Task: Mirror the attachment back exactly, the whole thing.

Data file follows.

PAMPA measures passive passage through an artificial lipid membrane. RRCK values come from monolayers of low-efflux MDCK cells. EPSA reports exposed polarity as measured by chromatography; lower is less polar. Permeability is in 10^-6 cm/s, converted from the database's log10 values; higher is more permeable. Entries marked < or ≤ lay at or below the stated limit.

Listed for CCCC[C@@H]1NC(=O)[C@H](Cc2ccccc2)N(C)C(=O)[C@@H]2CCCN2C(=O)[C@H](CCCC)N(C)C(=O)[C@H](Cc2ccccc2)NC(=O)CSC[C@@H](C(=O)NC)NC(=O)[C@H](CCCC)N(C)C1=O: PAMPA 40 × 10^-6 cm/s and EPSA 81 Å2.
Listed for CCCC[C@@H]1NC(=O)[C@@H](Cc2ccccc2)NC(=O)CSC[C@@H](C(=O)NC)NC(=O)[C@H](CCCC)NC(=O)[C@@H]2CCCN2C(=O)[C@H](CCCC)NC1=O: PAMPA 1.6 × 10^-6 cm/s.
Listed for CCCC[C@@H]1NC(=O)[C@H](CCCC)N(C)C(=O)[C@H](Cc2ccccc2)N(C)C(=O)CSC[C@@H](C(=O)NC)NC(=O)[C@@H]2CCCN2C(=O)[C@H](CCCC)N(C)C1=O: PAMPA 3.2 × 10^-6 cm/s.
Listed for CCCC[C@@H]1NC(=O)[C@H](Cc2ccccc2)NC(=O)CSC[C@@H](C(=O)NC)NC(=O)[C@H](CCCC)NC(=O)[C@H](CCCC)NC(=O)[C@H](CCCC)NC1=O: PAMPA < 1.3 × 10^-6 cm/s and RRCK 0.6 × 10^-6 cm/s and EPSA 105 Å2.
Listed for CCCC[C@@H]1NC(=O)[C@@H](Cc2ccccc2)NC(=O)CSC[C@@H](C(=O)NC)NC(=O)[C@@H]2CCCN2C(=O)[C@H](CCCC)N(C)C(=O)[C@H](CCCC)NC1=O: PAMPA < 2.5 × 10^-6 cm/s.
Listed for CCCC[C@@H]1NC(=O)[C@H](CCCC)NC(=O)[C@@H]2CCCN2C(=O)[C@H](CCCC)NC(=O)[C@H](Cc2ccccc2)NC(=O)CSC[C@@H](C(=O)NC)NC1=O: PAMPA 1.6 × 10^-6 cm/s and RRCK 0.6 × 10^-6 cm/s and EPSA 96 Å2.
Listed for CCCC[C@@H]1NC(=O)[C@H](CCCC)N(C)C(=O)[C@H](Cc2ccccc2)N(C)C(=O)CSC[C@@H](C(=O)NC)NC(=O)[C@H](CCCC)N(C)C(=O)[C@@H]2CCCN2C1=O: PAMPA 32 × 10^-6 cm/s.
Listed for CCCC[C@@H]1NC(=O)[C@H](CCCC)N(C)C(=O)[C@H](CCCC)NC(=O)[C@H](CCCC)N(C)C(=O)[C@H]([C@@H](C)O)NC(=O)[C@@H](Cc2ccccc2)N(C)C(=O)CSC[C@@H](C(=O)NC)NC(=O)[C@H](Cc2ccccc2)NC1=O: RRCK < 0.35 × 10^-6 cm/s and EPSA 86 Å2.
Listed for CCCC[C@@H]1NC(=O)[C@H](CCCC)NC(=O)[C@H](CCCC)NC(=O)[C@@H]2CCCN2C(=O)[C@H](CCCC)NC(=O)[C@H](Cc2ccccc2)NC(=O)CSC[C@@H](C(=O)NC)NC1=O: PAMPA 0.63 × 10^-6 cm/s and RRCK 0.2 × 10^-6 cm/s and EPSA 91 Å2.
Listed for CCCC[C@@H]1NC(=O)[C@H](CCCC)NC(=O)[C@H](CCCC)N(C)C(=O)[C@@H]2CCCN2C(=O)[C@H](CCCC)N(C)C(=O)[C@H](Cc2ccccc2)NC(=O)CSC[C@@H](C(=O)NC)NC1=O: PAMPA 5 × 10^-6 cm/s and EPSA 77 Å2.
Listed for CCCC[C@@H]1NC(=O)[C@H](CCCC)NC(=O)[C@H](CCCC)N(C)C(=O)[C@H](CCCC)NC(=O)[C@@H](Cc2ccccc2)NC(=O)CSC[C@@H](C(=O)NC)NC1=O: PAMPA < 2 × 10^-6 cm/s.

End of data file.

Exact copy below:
PAMPA measures passive passage through an artificial lipid membrane. RRCK values come from monolayers of low-efflux MDCK cells. EPSA reports exposed polarity as measured by chromatography; lower is less polar. Permeability is in 10^-6 cm/s, converted from the database's log10 values; higher is more permeable. Entries marked < or ≤ lay at or below the stated limit.

Listed for CCCC[C@@H]1NC(=O)[C@H](Cc2ccccc2)N(C)C(=O)[C@@H]2CCCN2C(=O)[C@H](CCCC)N(C)C(=O)[C@H](Cc2ccccc2)NC(=O)CSC[C@@H](C(=O)NC)NC(=O)[C@H](CCCC)N(C)C1=O: PAMPA 40 × 10^-6 cm/s and EPSA 81 Å2.
Listed for CCCC[C@@H]1NC(=O)[C@@H](Cc2ccccc2)NC(=O)CSC[C@@H](C(=O)NC)NC(=O)[C@H](CCCC)NC(=O)[C@@H]2CCCN2C(=O)[C@H](CCCC)NC1=O: PAMPA 1.6 × 10^-6 cm/s.
Listed for CCCC[C@@H]1NC(=O)[C@H](CCCC)N(C)C(=O)[C@H](Cc2ccccc2)N(C)C(=O)CSC[C@@H](C(=O)NC)NC(=O)[C@@H]2CCCN2C(=O)[C@H](CCCC)N(C)C1=O: PAMPA 3.2 × 10^-6 cm/s.
Listed for CCCC[C@@H]1NC(=O)[C@H](Cc2ccccc2)NC(=O)CSC[C@@H](C(=O)NC)NC(=O)[C@H](CCCC)NC(=O)[C@H](CCCC)NC(=O)[C@H](CCCC)NC1=O: PAMPA < 1.3 × 10^-6 cm/s and RRCK 0.6 × 10^-6 cm/s and EPSA 105 Å2.
Listed for CCCC[C@@H]1NC(=O)[C@@H](Cc2ccccc2)NC(=O)CSC[C@@H](C(=O)NC)NC(=O)[C@@H]2CCCN2C(=O)[C@H](CCCC)N(C)C(=O)[C@H](CCCC)NC1=O: PAMPA < 2.5 × 10^-6 cm/s.
Listed for CCCC[C@@H]1NC(=O)[C@H](CCCC)NC(=O)[C@@H]2CCCN2C(=O)[C@H](CCCC)NC(=O)[C@H](Cc2ccccc2)NC(=O)CSC[C@@H](C(=O)NC)NC1=O: PAMPA 1.6 × 10^-6 cm/s and RRCK 0.6 × 10^-6 cm/s and EPSA 96 Å2.
Listed for CCCC[C@@H]1NC(=O)[C@H](CCCC)N(C)C(=O)[C@H](Cc2ccccc2)N(C)C(=O)CSC[C@@H](C(=O)NC)NC(=O)[C@H](CCCC)N(C)C(=O)[C@@H]2CCCN2C1=O: PAMPA 32 × 10^-6 cm/s.
Listed for CCCC[C@@H]1NC(=O)[C@H](CCCC)N(C)C(=O)[C@H](CCCC)NC(=O)[C@H](CCCC)N(C)C(=O)[C@H]([C@@H](C)O)NC(=O)[C@@H](Cc2ccccc2)N(C)C(=O)CSC[C@@H](C(=O)NC)NC(=O)[C@H](Cc2ccccc2)NC1=O: RRCK < 0.35 × 10^-6 cm/s and EPSA 86 Å2.
Listed for CCCC[C@@H]1NC(=O)[C@H](CCCC)NC(=O)[C@H](CCCC)NC(=O)[C@@H]2CCCN2C(=O)[C@H](CCCC)NC(=O)[C@H](Cc2ccccc2)NC(=O)CSC[C@@H](C(=O)NC)NC1=O: PAMPA 0.63 × 10^-6 cm/s and RRCK 0.2 × 10^-6 cm/s and EPSA 91 Å2.
Listed for CCCC[C@@H]1NC(=O)[C@H](CCCC)NC(=O)[C@H](CCCC)N(C)C(=O)[C@@H]2CCCN2C(=O)[C@H](CCCC)N(C)C(=O)[C@H](Cc2ccccc2)NC(=O)CSC[C@@H](C(=O)NC)NC1=O: PAMPA 5 × 10^-6 cm/s and EPSA 77 Å2.
Listed for CCCC[C@@H]1NC(=O)[C@H](CCCC)NC(=O)[C@H](CCCC)N(C)C(=O)[C@H](CCCC)NC(=O)[C@@H](Cc2ccccc2)NC(=O)CSC[C@@H](C(=O)NC)NC1=O: PAMPA < 2 × 10^-6 cm/s.